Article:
Aaron McCarter has certain stations programmed into his car radio for the commute to and from his job as a safety investigator for Independence Air at Washington Dulles International Airport, but his finger finds the scan button often.
"I'm a scanner. I'm a channel changer," said McCarter, 35, of Hagerstown. "I have preset stations in there, but as soon as commercials come over or I zone out," he scans for better music.
Radio contests don't keep him tuned into a station, McCarter said.
"I'm into content, music, good talk radio," whether it's classic rock, rock 'n' roll, classical music or National Public Radio.
Andy Johnson, 21, of Hagers-town, listens mainly to WAYZ-FM 104.7 and WQCM-FM 94.3 for country and rock 'n' roll.
He used to listen to another local station, too, but quit recently when its format changed.
"I think it's stupid. Instead of changing around, add more stations," said Johnson, adding when formats change, people might stop listening.
Or they might start.
"My mom used to listen to 106.9 because it was the oldies. I got into her car one day and noticed (the format change)," said Andrea Turner, 36, of Boonsboro.
WARX-FM 106.9 had become WWEG-FM with classic hits and became a new favorite of Turner's.
These days people listen to an average of five stations in a week, so radio stations work to become listeners' first preference, said Rich Bateman, general manager for Main Line Broadcasting.
Main Line, which bought Dame Broadcasting on Aug. 1 and owns five local radio stations, tries to retain listeners by providing local news, weather and traffic; limiting commercials to 10 an hour; playing songs in the right rotation; using nicknames like WQCM The Rock to build name recognition; and having on-air personalities with longevity such as Mix 95's Rick Alexander and Lisa Harding, Bateman said.
It's important to have a competitive edge in an industry in which 50 percent of people with Internet access have at least tried Internet radio, according to Bateman.
He envisions Main Line streaming its programming online one day because that is close to becoming an expectation of listeners.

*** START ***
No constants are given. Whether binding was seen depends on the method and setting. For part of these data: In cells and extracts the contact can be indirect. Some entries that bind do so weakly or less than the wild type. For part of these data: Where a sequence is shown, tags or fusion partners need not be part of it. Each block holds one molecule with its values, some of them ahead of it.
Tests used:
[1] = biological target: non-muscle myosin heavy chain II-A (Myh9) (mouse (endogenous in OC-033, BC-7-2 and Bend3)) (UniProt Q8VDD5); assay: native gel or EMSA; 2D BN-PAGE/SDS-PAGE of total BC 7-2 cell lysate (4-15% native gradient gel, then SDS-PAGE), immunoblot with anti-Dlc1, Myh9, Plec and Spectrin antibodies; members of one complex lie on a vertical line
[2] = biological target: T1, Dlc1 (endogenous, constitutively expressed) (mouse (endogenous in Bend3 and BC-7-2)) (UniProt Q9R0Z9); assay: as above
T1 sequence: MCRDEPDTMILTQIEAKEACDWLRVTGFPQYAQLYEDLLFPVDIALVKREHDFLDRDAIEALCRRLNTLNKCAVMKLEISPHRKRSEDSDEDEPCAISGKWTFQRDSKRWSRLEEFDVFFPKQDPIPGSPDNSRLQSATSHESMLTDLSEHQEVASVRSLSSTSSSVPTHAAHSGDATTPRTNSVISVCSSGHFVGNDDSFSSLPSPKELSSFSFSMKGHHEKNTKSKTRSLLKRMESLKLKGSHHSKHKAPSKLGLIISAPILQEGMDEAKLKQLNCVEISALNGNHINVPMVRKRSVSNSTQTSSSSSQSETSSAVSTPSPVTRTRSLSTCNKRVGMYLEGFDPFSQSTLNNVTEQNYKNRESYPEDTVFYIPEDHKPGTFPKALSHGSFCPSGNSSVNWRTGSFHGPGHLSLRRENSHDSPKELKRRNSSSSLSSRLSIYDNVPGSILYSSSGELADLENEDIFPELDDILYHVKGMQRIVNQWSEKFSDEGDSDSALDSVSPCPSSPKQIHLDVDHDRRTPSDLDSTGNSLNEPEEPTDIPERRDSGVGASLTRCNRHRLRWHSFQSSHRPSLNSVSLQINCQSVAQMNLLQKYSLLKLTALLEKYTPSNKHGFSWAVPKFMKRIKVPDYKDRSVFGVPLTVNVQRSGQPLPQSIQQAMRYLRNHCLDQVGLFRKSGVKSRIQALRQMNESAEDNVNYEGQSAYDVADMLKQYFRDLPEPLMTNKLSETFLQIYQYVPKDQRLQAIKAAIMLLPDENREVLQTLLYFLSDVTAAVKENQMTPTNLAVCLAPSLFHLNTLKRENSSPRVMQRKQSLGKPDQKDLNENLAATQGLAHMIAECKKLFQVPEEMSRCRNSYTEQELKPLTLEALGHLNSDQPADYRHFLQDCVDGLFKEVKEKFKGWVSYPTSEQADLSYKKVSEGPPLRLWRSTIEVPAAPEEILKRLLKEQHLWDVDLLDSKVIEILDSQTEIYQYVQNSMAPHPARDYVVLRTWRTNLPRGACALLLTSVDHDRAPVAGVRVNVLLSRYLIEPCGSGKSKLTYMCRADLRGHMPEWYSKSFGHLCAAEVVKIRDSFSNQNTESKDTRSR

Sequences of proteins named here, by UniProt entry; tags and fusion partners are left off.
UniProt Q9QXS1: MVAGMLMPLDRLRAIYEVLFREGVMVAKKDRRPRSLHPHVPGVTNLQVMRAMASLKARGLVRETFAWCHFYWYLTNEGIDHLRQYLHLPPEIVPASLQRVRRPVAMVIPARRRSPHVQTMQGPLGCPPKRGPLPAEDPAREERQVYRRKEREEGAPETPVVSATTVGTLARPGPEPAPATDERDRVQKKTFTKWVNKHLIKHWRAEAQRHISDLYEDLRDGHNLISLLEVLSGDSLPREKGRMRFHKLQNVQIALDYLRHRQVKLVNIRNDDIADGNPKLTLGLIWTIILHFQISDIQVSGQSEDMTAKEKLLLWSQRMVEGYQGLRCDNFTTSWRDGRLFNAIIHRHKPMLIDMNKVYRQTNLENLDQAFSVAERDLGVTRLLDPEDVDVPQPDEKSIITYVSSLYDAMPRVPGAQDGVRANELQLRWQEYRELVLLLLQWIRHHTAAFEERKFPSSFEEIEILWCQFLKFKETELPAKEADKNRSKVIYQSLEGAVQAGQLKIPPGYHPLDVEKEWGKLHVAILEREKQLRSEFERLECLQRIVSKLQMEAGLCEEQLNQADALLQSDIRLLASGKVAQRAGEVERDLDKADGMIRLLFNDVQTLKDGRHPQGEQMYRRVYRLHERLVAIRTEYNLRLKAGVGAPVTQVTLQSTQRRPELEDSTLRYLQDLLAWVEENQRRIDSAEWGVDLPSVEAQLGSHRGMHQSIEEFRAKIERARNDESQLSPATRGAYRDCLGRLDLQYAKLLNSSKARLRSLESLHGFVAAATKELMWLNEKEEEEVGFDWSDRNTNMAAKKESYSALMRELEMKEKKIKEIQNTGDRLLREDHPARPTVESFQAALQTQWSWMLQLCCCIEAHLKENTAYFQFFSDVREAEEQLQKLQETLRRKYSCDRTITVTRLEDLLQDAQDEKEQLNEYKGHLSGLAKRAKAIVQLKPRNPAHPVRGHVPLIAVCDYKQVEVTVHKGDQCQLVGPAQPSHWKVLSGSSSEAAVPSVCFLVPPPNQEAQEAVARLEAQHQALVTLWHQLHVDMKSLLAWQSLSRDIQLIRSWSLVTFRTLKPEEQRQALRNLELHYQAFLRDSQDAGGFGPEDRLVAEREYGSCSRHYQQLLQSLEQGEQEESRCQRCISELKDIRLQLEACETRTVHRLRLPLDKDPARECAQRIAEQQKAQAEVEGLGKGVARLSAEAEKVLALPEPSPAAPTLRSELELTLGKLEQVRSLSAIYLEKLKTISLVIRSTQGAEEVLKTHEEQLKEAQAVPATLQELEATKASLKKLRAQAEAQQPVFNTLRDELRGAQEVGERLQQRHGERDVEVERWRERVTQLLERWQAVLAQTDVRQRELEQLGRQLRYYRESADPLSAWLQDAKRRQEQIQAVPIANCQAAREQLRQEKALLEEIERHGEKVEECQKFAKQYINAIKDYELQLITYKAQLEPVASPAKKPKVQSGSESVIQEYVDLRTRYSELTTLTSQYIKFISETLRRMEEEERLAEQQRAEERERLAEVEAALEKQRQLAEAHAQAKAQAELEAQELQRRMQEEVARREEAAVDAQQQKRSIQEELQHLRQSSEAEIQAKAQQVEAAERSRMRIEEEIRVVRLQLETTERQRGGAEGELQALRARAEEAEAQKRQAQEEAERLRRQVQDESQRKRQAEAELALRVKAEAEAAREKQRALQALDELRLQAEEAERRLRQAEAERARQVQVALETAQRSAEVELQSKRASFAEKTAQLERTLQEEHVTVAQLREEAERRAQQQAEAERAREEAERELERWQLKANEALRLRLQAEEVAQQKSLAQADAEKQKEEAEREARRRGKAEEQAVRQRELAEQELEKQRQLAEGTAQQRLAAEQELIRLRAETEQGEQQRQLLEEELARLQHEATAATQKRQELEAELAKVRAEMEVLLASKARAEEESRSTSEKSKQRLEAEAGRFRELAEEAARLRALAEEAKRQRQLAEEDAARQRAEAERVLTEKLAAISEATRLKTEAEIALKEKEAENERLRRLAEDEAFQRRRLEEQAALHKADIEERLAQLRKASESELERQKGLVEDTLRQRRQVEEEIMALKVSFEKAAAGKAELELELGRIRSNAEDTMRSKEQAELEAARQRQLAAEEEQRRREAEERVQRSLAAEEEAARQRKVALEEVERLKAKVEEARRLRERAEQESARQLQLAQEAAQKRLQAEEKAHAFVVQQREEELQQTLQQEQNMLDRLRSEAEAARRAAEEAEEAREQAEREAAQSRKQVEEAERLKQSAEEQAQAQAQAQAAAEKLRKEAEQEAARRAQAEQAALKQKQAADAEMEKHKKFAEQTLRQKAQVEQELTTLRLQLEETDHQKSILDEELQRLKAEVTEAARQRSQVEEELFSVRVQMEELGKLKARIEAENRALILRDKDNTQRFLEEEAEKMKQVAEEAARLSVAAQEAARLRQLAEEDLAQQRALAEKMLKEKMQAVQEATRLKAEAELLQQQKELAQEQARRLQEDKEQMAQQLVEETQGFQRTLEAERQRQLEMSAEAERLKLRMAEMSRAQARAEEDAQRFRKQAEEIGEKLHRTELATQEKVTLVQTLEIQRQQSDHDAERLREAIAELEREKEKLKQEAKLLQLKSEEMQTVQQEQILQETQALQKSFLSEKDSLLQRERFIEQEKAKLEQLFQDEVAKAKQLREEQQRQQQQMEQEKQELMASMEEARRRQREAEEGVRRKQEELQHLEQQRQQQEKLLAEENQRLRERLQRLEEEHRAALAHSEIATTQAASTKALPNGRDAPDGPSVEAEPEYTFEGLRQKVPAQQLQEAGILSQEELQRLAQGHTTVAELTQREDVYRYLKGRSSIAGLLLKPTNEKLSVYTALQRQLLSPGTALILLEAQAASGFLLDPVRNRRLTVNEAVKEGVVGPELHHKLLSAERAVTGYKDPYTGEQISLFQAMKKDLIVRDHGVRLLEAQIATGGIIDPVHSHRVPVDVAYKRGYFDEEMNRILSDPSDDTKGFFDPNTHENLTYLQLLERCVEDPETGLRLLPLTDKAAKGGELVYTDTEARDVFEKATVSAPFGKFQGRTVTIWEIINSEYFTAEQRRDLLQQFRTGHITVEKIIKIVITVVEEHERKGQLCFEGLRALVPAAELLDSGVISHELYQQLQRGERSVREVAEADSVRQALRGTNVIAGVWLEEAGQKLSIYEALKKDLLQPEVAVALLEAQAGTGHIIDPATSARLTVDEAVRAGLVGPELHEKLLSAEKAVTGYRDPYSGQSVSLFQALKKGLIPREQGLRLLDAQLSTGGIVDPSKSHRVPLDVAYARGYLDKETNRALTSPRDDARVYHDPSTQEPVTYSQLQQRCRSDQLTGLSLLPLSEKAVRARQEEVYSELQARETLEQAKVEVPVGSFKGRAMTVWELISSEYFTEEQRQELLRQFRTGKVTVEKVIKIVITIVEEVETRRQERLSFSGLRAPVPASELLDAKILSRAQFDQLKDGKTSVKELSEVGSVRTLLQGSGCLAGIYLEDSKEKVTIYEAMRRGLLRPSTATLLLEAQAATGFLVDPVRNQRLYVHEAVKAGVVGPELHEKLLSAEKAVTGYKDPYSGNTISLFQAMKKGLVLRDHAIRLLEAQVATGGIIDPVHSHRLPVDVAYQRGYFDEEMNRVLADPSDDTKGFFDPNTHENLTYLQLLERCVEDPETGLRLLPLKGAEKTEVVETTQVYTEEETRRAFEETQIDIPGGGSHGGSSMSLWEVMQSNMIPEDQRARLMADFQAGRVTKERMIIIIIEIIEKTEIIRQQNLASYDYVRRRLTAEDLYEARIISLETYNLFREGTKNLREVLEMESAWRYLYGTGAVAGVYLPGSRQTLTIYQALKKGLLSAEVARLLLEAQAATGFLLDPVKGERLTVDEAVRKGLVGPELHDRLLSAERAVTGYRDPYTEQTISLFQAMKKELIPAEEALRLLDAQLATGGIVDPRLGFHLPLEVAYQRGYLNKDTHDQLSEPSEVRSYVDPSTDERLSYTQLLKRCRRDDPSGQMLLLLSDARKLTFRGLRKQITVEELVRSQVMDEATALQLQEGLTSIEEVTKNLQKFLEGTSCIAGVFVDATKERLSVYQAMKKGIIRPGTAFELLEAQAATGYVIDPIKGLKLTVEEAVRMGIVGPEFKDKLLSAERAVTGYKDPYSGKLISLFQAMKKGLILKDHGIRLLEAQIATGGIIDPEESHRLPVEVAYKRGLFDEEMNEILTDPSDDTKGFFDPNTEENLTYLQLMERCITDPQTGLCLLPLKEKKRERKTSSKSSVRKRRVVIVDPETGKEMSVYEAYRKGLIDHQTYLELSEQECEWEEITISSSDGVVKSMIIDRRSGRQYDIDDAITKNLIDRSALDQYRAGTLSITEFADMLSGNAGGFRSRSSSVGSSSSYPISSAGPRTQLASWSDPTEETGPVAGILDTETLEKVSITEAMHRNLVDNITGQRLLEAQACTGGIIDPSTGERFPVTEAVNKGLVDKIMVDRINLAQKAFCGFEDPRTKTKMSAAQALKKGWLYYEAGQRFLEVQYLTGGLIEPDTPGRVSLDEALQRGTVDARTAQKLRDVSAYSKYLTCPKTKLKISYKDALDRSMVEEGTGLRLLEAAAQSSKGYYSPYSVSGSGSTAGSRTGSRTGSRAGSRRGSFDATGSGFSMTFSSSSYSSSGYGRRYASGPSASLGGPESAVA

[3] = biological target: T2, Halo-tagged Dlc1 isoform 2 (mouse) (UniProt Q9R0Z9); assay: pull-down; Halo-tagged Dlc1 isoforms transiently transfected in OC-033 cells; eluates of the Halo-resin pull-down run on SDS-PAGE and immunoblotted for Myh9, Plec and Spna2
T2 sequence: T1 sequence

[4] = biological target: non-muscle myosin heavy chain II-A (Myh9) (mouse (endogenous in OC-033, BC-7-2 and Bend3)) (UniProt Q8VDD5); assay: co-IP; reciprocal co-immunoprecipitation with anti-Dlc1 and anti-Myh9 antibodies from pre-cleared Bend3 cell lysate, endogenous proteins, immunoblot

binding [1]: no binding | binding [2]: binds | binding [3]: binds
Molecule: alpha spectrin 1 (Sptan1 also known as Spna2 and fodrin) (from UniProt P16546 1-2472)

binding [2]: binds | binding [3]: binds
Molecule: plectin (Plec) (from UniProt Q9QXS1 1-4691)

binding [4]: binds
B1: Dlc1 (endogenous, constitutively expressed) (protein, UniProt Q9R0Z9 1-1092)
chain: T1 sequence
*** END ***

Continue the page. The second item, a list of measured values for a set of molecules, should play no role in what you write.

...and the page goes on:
For those listening to local radio, there have been several changes to keep up with.
Several format changes occurred early this year after Nassau Broadcasting bought two local stations from Manning Broadcasting and changed the format of a long-standing FM oldies station, said Yogi Yoder, general manager of Prettyman Broadcasting based in Martinsburg, W.Va.
In late February, when Nassau changed WARX-FM 106.9, playing oldies, to WWEG-FM 106.9, playing classic hits, and Verstandig Broadcasting changed 101.5 from top 40 to classic rock, that put two additional classic rock stations in the market, Yoder said.
"That was a bunch of people fighting for the same audience," Yoder said.
Since oldies music has traditionally had a strong listenership in the area, Prettyman officials saw it as an opportunity to gain that audience in April by changing WKMZ-FM 95.9 classic rock to WICL-FM 95.9 playing top 40 from the '60s and '70s, Yoder said.
The changes were among five FM radio stations that switched formats within about five weeks, Yoder said.
"We heard from listeners. I'm sure all the radio stations heard from their listeners. The great thing about radio is it's a passionate thing. Your favorite radio station is your favorite radio station," Yoder said.
"Radio is constantly evolving. We're always trying to do the next thing," Yoder said. "As soon as a radio station stands still and doesn't continue to evolve, it's going to die."
Within two weeks, WICL-FM 95.9 will be adding local news, Yoder said, while the local news content at sister station WLTF-FM 97.5 will increase.
'Chasing the money'
Nassau Broadcasting changed 106.9 from oldies to classic hits such as the Eagles, the Doors and Fleetwood Mac, said Randy James, operations and programming director for Nassau Broadcasting Maryland, after doing studies and seeing how well the format worked at other company stations in Allentown, Pa.; Portland, Maine; and New Jersey.